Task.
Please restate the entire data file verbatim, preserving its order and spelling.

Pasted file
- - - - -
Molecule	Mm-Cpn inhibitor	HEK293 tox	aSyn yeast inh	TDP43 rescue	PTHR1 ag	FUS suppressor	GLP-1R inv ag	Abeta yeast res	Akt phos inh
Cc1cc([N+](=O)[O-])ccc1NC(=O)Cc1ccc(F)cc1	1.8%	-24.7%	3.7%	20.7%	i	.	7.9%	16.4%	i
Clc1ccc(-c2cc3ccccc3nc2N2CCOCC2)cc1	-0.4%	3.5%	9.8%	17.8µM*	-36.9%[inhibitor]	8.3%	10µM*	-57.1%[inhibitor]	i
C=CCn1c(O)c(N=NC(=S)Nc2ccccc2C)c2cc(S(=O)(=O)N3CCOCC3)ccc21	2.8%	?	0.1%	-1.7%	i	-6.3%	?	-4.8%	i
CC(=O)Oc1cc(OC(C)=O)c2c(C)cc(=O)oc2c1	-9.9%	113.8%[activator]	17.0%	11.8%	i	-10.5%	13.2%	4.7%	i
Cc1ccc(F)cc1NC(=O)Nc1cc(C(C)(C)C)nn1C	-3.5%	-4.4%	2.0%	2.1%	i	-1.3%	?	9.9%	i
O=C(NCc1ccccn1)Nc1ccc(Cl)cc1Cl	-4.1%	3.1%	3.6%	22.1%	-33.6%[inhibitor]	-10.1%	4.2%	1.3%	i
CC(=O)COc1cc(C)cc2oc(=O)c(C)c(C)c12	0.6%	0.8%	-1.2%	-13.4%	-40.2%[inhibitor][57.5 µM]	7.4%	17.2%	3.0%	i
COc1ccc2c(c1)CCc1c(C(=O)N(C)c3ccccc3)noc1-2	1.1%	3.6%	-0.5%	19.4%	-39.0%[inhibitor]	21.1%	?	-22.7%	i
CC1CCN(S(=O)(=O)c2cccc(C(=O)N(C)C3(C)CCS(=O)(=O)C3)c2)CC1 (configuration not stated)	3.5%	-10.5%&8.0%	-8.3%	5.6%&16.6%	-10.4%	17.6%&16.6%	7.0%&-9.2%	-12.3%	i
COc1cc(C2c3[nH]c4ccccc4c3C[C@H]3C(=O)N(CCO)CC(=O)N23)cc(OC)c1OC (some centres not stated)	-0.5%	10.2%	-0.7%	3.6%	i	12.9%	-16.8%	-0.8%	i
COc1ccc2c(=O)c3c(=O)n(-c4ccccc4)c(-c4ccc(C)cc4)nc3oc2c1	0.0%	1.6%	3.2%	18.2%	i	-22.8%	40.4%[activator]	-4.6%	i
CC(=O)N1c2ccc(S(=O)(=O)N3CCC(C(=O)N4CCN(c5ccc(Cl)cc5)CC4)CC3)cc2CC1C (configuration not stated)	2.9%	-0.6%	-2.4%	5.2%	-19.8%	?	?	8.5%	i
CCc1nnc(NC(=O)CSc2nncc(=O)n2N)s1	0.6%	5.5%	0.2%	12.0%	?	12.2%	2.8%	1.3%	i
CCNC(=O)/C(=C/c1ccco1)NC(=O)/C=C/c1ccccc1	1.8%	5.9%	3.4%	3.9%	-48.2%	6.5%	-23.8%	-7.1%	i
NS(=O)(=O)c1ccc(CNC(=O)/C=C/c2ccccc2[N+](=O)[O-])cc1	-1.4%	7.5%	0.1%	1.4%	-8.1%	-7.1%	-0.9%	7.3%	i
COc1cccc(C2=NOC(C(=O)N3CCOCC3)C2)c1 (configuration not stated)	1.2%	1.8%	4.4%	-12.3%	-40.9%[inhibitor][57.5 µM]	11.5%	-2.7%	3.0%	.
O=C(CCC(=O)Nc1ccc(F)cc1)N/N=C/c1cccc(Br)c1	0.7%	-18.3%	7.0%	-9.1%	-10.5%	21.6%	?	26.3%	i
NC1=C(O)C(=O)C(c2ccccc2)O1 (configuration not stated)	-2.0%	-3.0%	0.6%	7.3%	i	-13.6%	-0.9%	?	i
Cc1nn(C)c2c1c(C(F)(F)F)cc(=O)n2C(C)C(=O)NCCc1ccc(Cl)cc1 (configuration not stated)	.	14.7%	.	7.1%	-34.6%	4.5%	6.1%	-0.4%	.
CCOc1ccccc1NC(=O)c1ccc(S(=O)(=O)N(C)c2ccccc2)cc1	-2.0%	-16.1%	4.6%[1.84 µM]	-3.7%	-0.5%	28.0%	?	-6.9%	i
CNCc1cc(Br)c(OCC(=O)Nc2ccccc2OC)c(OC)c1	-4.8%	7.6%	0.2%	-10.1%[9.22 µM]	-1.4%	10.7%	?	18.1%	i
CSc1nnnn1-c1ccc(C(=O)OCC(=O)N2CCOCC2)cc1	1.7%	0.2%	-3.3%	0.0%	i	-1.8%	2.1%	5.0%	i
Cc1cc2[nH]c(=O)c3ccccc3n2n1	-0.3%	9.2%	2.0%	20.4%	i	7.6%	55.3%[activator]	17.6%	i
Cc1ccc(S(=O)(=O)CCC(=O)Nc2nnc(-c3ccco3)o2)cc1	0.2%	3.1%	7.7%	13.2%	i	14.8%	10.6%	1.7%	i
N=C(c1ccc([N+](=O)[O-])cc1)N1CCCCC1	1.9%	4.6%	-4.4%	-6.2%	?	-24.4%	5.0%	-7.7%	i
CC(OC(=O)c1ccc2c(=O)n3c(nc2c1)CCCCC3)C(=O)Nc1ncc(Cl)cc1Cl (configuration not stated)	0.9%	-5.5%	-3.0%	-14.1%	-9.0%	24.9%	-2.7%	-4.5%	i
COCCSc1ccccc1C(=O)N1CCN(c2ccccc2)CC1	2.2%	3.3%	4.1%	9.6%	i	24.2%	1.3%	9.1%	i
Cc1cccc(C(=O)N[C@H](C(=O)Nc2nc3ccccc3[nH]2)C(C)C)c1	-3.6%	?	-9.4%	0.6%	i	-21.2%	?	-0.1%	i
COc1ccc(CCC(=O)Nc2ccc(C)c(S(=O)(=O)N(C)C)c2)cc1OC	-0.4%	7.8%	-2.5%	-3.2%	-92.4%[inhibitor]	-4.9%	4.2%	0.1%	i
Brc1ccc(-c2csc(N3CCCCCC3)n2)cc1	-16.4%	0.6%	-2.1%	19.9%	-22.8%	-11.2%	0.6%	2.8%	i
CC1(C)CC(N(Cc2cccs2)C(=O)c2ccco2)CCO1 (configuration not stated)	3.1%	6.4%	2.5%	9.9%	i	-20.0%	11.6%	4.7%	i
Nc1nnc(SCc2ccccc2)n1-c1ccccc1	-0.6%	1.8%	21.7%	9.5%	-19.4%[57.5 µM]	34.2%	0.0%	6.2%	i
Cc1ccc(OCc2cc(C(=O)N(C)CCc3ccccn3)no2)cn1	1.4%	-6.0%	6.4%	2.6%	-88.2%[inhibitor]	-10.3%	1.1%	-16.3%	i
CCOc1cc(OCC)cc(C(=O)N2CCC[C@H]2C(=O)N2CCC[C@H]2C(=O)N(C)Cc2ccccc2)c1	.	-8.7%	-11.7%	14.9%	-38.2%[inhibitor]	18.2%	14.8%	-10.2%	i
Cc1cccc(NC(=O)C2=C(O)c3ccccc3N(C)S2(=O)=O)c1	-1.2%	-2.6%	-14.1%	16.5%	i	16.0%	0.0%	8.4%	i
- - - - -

Molecule	Mm-Cpn inhibitor	HEK293 tox	aSyn yeast inh	TDP43 rescue	PTHR1 ag	FUS suppressor	GLP-1R inv ag	Abeta yeast res	Akt phos inh
Cc1cc([N+](=O)[O-])ccc1NC(=O)Cc1ccc(F)cc1	1.8%	-24.7%	3.7%	20.7%	i	.	7.9%	16.4%	i
Clc1ccc(-c2cc3ccccc3nc2N2CCOCC2)cc1	-0.4%	3.5%	9.8%	17.8µM*	-36.9%[inhibitor]	8.3%	10µM*	-57.1%[inhibitor]	i
C=CCn1c(O)c(N=NC(=S)Nc2ccccc2C)c2cc(S(=O)(=O)N3CCOCC3)ccc21	2.8%	?	0.1%	-1.7%	i	-6.3%	?	-4.8%	i
CC(=O)Oc1cc(OC(C)=O)c2c(C)cc(=O)oc2c1	-9.9%	113.8%[activator]	17.0%	11.8%	i	-10.5%	13.2%	4.7%	i
Cc1ccc(F)cc1NC(=O)Nc1cc(C(C)(C)C)nn1C	-3.5%	-4.4%	2.0%	2.1%	i	-1.3%	?	9.9%	i
O=C(NCc1ccccn1)Nc1ccc(Cl)cc1Cl	-4.1%	3.1%	3.6%	22.1%	-33.6%[inhibitor]	-10.1%	4.2%	1.3%	i
CC(=O)COc1cc(C)cc2oc(=O)c(C)c(C)c12	0.6%	0.8%	-1.2%	-13.4%	-40.2%[inhibitor][57.5 µM]	7.4%	17.2%	3.0%	i
COc1ccc2c(c1)CCc1c(C(=O)N(C)c3ccccc3)noc1-2	1.1%	3.6%	-0.5%	19.4%	-39.0%[inhibitor]	21.1%	?	-22.7%	i
CC1CCN(S(=O)(=O)c2cccc(C(=O)N(C)C3(C)CCS(=O)(=O)C3)c2)CC1 (configuration not stated)	3.5%	-10.5%&8.0%	-8.3%	5.6%&16.6%	-10.4%	17.6%&16.6%	7.0%&-9.2%	-12.3%	i
COc1cc(C2c3[nH]c4ccccc4c3C[C@H]3C(=O)N(CCO)CC(=O)N23)cc(OC)c1OC (some centres not stated)	-0.5%	10.2%	-0.7%	3.6%	i	12.9%	-16.8%	-0.8%	i
COc1ccc2c(=O)c3c(=O)n(-c4ccccc4)c(-c4ccc(C)cc4)nc3oc2c1	0.0%	1.6%	3.2%	18.2%	i	-22.8%	40.4%[activator]	-4.6%	i
CC(=O)N1c2ccc(S(=O)(=O)N3CCC(C(=O)N4CCN(c5ccc(Cl)cc5)CC4)CC3)cc2CC1C (configuration not stated)	2.9%	-0.6%	-2.4%	5.2%	-19.8%	?	?	8.5%	i
CCc1nnc(NC(=O)CSc2nncc(=O)n2N)s1	0.6%	5.5%	0.2%	12.0%	?	12.2%	2.8%	1.3%	i
CCNC(=O)/C(=C/c1ccco1)NC(=O)/C=C/c1ccccc1	1.8%	5.9%	3.4%	3.9%	-48.2%	6.5%	-23.8%	-7.1%	i
NS(=O)(=O)c1ccc(CNC(=O)/C=C/c2ccccc2[N+](=O)[O-])cc1	-1.4%	7.5%	0.1%	1.4%	-8.1%	-7.1%	-0.9%	7.3%	i
COc1cccc(C2=NOC(C(=O)N3CCOCC3)C2)c1 (configuration not stated)	1.2%	1.8%	4.4%	-12.3%	-40.9%[inhibitor][57.5 µM]	11.5%	-2.7%	3.0%	.
O=C(CCC(=O)Nc1ccc(F)cc1)N/N=C/c1cccc(Br)c1	0.7%	-18.3%	7.0%	-9.1%	-10.5%	21.6%	?	26.3%	i
NC1=C(O)C(=O)C(c2ccccc2)O1 (configuration not stated)	-2.0%	-3.0%	0.6%	7.3%	i	-13.6%	-0.9%	?	i
Cc1nn(C)c2c1c(C(F)(F)F)cc(=O)n2C(C)C(=O)NCCc1ccc(Cl)cc1 (configuration not stated)	.	14.7%	.	7.1%	-34.6%	4.5%	6.1%	-0.4%	.
CCOc1ccccc1NC(=O)c1ccc(S(=O)(=O)N(C)c2ccccc2)cc1	-2.0%	-16.1%	4.6%[1.84 µM]	-3.7%	-0.5%	28.0%	?	-6.9%	i
CNCc1cc(Br)c(OCC(=O)Nc2ccccc2OC)c(OC)c1	-4.8%	7.6%	0.2%	-10.1%[9.22 µM]	-1.4%	10.7%	?	18.1%	i
CSc1nnnn1-c1ccc(C(=O)OCC(=O)N2CCOCC2)cc1	1.7%	0.2%	-3.3%	0.0%	i	-1.8%	2.1%	5.0%	i
Cc1cc2[nH]c(=O)c3ccccc3n2n1	-0.3%	9.2%	2.0%	20.4%	i	7.6%	55.3%[activator]	17.6%	i
Cc1ccc(S(=O)(=O)CCC(=O)Nc2nnc(-c3ccco3)o2)cc1	0.2%	3.1%	7.7%	13.2%	i	14.8%	10.6%	1.7%	i
N=C(c1ccc([N+](=O)[O-])cc1)N1CCCCC1	1.9%	4.6%	-4.4%	-6.2%	?	-24.4%	5.0%	-7.7%	i
CC(OC(=O)c1ccc2c(=O)n3c(nc2c1)CCCCC3)C(=O)Nc1ncc(Cl)cc1Cl (configuration not stated)	0.9%	-5.5%	-3.0%	-14.1%	-9.0%	24.9%	-2.7%	-4.5%	i
COCCSc1ccccc1C(=O)N1CCN(c2ccccc2)CC1	2.2%	3.3%	4.1%	9.6%	i	24.2%	1.3%	9.1%	i
Cc1cccc(C(=O)N[C@H](C(=O)Nc2nc3ccccc3[nH]2)C(C)C)c1	-3.6%	?	-9.4%	0.6%	i	-21.2%	?	-0.1%	i
COc1ccc(CCC(=O)Nc2ccc(C)c(S(=O)(=O)N(C)C)c2)cc1OC	-0.4%	7.8%	-2.5%	-3.2%	-92.4%[inhibitor]	-4.9%	4.2%	0.1%	i
Brc1ccc(-c2csc(N3CCCCCC3)n2)cc1	-16.4%	0.6%	-2.1%	19.9%	-22.8%	-11.2%	0.6%	2.8%	i
CC1(C)CC(N(Cc2cccs2)C(=O)c2ccco2)CCO1 (configuration not stated)	3.1%	6.4%	2.5%	9.9%	i	-20.0%	11.6%	4.7%	i
Nc1nnc(SCc2ccccc2)n1-c1ccccc1	-0.6%	1.8%	21.7%	9.5%	-19.4%[57.5 µM]	34.2%	0.0%	6.2%	i
Cc1ccc(OCc2cc(C(=O)N(C)CCc3ccccn3)no2)cn1	1.4%	-6.0%	6.4%	2.6%	-88.2%[inhibitor]	-10.3%	1.1%	-16.3%	i
CCOc1cc(OCC)cc(C(=O)N2CCC[C@H]2C(=O)N2CCC[C@H]2C(=O)N(C)Cc2ccccc2)c1	.	-8.7%	-11.7%	14.9%	-38.2%[inhibitor]	18.2%	14.8%	-10.2%	i
Cc1cccc(NC(=O)C2=C(O)c3ccccc3N(C)S2(=O)=O)c1	-1.2%	-2.6%	-14.1%	16.5%	i	16.0%	0.0%	8.4%	i